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Cold In-Place Recycling Mix Design, In-Place Density, and Long-Term Performance in Nevada
AuthorCastro Ortiz, Jorge A.
AdvisorSebaaly, Peter E.
Civil and Environmental Engineering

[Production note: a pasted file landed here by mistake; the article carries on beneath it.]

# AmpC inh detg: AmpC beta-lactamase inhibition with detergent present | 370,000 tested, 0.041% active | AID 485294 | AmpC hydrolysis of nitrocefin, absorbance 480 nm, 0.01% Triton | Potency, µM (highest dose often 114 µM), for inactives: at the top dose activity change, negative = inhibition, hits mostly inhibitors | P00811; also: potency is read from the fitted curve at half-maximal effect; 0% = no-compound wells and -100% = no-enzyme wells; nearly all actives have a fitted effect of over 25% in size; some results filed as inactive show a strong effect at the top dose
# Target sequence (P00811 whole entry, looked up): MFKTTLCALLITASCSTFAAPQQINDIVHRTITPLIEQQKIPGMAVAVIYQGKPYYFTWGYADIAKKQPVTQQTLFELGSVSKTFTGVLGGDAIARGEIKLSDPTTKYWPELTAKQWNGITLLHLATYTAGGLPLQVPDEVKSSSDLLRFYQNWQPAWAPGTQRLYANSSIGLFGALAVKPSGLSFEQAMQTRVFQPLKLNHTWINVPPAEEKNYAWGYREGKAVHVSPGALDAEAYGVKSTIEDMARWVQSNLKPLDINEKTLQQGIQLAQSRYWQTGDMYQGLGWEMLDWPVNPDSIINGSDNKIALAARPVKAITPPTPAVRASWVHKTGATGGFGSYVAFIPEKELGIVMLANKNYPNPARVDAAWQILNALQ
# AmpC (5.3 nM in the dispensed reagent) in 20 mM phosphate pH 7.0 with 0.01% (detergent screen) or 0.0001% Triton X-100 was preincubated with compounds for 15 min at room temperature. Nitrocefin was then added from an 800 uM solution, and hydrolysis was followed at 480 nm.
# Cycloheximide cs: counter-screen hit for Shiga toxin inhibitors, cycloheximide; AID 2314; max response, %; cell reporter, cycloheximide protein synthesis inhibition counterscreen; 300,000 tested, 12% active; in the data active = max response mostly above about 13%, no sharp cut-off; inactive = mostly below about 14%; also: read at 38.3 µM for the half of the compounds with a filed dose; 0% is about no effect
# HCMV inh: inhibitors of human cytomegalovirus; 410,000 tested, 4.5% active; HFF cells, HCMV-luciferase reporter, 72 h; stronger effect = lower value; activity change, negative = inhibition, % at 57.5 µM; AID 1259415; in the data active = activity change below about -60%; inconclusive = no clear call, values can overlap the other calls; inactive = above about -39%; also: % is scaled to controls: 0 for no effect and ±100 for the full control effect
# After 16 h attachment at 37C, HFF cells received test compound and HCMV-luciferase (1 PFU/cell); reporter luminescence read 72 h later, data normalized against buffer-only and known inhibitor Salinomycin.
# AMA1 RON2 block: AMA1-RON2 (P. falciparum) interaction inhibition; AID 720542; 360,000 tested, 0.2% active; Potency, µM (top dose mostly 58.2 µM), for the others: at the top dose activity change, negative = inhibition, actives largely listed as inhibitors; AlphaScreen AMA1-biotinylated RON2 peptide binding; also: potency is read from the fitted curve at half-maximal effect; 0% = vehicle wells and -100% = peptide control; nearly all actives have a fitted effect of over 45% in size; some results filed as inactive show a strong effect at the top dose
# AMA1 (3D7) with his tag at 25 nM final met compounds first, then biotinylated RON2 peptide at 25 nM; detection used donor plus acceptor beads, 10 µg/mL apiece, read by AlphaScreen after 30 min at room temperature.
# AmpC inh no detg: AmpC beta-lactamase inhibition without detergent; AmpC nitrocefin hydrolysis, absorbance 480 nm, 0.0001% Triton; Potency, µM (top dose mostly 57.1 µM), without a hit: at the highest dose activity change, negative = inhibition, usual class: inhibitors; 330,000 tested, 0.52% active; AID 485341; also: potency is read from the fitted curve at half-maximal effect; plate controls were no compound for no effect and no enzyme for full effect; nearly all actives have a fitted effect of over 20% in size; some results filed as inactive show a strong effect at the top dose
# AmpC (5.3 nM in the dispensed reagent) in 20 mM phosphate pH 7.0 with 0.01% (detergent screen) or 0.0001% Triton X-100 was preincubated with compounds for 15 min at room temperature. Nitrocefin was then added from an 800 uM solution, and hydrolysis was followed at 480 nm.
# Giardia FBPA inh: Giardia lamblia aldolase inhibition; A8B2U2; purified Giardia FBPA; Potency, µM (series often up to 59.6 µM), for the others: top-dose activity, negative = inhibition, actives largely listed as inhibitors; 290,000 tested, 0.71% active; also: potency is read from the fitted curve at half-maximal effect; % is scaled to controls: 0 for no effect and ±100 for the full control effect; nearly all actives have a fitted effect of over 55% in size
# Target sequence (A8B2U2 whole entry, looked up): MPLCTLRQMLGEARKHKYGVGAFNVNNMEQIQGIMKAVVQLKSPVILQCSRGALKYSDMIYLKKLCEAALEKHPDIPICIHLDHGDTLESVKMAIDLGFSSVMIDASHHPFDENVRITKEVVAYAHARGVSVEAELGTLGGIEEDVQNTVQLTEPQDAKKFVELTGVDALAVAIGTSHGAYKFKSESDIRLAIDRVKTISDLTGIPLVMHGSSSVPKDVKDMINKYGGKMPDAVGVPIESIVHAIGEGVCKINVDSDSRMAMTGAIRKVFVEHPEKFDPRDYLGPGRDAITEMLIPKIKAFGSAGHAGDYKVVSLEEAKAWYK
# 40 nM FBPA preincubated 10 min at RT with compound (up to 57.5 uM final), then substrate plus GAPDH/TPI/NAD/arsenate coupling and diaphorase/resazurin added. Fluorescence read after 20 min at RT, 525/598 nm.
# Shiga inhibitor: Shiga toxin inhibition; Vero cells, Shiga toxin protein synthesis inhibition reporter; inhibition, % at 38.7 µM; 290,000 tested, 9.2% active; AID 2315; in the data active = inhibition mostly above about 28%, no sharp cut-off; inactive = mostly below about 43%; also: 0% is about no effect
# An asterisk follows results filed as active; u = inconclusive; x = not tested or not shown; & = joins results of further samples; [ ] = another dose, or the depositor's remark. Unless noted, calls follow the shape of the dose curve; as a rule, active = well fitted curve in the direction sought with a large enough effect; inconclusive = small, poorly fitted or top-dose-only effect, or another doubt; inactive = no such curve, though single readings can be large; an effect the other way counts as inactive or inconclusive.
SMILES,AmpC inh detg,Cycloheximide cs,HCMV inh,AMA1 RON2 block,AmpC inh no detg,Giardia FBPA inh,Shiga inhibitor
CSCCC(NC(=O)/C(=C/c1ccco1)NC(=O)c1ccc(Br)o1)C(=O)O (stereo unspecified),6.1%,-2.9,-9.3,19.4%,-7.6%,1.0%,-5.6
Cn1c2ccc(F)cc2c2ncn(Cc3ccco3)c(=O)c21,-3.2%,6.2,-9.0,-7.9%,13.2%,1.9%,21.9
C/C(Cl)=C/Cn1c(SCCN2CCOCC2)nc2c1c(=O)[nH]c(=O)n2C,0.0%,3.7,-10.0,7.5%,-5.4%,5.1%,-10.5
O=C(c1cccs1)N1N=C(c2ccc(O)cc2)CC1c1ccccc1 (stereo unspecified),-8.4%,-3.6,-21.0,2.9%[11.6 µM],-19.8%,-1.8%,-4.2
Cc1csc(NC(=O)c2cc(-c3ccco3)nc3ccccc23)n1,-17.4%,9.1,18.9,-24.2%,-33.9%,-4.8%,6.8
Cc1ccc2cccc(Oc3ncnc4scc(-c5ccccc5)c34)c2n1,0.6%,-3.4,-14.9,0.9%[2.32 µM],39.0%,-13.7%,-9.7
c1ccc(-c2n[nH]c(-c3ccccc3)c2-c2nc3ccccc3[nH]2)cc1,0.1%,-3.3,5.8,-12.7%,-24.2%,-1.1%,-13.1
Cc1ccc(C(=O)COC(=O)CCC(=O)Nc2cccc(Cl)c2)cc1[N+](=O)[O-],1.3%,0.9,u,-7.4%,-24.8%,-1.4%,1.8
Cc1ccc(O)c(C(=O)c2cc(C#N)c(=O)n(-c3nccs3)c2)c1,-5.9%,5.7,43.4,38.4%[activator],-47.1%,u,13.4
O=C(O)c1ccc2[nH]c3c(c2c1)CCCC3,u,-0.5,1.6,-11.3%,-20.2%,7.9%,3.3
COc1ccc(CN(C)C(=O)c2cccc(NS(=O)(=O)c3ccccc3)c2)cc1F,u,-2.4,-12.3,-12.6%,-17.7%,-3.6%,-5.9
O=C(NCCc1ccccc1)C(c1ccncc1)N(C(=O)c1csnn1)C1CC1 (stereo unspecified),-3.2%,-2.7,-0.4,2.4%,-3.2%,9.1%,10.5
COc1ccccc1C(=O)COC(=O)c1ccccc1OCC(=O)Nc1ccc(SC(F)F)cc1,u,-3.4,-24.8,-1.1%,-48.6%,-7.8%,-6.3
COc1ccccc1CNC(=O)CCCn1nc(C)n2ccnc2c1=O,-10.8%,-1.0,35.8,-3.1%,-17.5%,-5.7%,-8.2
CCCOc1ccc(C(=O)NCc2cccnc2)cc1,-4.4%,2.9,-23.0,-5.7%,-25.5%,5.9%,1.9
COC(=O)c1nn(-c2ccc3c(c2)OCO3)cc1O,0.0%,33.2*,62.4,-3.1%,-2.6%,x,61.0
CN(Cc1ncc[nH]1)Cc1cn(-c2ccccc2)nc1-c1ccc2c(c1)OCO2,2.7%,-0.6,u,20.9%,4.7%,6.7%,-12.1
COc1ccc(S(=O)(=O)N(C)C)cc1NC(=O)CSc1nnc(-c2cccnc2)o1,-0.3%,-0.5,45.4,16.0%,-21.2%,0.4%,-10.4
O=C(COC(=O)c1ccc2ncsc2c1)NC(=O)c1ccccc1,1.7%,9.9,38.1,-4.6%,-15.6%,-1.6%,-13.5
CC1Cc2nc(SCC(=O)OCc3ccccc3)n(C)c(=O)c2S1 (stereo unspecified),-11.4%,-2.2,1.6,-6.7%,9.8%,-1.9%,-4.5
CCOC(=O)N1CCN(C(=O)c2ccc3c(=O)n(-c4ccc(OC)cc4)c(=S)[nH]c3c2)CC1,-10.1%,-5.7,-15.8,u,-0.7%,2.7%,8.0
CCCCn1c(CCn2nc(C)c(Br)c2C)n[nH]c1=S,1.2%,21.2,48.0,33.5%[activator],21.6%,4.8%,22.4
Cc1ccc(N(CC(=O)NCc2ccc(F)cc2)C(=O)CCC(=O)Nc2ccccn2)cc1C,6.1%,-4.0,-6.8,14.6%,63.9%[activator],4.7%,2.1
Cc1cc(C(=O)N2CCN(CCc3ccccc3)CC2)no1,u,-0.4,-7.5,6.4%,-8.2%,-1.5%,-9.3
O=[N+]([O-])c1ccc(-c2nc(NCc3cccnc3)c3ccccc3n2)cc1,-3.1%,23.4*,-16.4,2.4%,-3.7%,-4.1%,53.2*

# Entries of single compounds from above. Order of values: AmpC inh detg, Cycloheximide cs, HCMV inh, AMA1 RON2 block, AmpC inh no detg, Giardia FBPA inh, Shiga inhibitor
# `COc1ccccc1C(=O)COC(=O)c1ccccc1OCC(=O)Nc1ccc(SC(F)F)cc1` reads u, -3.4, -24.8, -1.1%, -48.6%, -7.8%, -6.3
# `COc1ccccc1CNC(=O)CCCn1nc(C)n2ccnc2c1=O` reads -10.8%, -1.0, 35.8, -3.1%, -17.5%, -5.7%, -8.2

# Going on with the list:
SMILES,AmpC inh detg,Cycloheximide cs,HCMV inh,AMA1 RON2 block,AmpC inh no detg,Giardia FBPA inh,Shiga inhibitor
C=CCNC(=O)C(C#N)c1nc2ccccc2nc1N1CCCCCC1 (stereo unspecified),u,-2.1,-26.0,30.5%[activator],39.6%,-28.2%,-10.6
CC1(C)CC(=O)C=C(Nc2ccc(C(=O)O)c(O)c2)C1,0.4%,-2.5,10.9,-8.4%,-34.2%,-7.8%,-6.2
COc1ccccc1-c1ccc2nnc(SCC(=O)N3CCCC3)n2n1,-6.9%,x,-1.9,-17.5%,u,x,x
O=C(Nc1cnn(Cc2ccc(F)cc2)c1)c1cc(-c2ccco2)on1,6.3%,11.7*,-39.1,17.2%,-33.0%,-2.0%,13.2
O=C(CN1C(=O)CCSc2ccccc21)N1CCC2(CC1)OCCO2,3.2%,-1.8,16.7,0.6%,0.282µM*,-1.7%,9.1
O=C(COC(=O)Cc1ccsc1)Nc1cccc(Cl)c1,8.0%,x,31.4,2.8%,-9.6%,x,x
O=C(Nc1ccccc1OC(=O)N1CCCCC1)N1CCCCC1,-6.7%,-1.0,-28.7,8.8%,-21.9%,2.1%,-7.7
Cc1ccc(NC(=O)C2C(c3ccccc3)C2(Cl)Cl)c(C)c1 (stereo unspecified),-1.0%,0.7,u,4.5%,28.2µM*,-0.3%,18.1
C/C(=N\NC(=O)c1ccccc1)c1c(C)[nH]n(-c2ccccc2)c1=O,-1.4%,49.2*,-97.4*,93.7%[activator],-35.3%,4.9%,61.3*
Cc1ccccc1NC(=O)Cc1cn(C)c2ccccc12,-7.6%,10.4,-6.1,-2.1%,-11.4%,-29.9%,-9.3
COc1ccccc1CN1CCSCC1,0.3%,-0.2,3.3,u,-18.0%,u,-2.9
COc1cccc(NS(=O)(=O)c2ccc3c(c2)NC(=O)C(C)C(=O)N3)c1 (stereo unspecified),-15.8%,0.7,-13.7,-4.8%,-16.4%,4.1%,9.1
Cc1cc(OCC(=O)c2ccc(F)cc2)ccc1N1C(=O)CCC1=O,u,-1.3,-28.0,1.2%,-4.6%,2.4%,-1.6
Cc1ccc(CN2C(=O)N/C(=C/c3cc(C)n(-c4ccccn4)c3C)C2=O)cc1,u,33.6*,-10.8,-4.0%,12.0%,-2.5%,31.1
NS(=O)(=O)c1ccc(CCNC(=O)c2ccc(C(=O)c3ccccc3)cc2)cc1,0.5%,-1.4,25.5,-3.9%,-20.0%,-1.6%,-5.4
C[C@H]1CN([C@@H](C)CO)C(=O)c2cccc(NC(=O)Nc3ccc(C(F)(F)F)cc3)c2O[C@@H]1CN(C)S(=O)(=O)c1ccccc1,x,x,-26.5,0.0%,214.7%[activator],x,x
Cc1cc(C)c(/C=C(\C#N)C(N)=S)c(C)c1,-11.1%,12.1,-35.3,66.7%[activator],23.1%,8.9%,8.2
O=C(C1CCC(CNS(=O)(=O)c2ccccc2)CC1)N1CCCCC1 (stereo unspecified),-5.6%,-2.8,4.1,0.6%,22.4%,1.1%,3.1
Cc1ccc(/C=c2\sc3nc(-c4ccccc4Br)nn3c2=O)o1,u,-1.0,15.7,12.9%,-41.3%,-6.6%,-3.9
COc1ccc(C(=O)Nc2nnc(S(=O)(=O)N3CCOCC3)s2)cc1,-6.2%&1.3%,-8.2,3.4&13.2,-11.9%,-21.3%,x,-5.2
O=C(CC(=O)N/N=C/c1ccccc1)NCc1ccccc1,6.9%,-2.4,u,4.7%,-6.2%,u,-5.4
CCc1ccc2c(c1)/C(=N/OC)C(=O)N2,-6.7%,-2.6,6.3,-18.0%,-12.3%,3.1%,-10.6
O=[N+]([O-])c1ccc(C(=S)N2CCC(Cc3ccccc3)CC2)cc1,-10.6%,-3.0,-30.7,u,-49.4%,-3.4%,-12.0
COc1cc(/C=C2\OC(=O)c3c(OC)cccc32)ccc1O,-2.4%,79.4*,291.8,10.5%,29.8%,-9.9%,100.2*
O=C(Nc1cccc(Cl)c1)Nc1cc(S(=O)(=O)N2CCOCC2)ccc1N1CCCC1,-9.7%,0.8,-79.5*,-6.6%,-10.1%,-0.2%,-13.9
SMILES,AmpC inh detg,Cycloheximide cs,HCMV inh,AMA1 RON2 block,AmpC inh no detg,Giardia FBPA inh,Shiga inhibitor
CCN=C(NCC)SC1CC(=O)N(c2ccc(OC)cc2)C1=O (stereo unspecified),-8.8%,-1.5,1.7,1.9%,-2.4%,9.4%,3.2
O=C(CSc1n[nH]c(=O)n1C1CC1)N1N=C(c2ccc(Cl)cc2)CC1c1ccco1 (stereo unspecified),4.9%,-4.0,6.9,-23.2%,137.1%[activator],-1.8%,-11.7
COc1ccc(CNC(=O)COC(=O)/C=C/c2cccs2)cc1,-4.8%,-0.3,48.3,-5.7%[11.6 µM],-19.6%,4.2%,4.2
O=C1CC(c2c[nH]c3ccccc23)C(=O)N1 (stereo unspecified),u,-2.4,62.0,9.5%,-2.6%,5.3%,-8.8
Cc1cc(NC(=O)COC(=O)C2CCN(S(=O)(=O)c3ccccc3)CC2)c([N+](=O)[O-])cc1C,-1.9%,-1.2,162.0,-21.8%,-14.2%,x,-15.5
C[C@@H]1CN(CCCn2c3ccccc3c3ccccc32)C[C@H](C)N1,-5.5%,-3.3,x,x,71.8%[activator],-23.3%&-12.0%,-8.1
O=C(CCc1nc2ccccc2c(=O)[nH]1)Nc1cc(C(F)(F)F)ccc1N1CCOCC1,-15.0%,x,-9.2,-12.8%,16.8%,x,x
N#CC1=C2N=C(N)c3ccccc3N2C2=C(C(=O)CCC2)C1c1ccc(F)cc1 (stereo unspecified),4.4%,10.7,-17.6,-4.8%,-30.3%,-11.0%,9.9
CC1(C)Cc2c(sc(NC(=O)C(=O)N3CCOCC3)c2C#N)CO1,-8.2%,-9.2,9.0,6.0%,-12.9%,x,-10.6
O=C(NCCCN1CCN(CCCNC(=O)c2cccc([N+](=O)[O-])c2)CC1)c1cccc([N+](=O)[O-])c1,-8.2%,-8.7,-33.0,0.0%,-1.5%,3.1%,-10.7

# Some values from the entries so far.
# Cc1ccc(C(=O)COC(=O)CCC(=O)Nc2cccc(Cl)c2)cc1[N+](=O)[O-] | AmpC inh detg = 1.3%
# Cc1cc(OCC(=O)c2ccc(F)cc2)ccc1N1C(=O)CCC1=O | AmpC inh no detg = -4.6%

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The objectives of this study were: a) analyze the impact of different variables on a performance based mix design method for cold in-place recycling (CIR), b) develop a practical method for CIR in-place density determination during construction, and c) conduct long-term performance and benefit-cost analysis of CIR pavements throughout Nevada over the period of 2000-2015.Four types of asphalt emulsions, two contents of lime slurry (4.5 and 6.0%), and two types of reclaimed asphalt pavement (RAP) gradations; a medium graded RAP according to the Pacific Coast Committee on Asphalt Specifications (PCCAS), and a non-graded RAP passing 1.0 inch sieve, were used for the mix design of CIR. The mix designs were conducted following a method using the Superpave gyratory compactor, and evaluated for their moisture susceptibility and raveling performance. Gradation plays a role on the optimum emulsion content (OEC) determination for CIR mixtures, whereas there is no noticeable increase on the performance by using 6.0 or 4.5% lime slurry.Three test methods were used to determine the in-place density of CIR pavements; the Sand Cone test method, the Balloon test method, and permeability testing using the NCAT field permeameter. Density tests were conducted on full scale CIR slabs produced in the laboratory and compared to the actual density of the compacted CIR layer obtained from core samples drilled out of the slabs. Permeability test was difficult to perform, and was discarded due to water leaks around the base of the equipment causing fines to wash away from the CIR mixture while performing the test. The best alternative to estimate the in-place air voids is the Sand Cone method coupled with measuring the bulk density of the cores using the parafilm technique. Field verification conducted on a CIR project in Fernley, Nevada, confirmed the selected test method results.Long-term performance analysis was conducted on CIR pavements constructed in Nevada during the period of 2000-2015. A total of 94 CIR pavements were identified throughout Nevada; 63 CIR pavements with AC overlays and 31 CIR pavements with surface treatments. Pavement condition index (PCI) data indicated that most of the CIR projects are in excellent or in very good condition, at the age of 15 years for CIR pavements with AC overlays and at 12 years for CIR pavements with surface treatments. The benefit cost analysis determined that pavements with lower AADT and lower CIR thickness tend to have higher benefit cost ratio, indicating a strong interaction between the structural design of the CIR pavement and its long-term performance.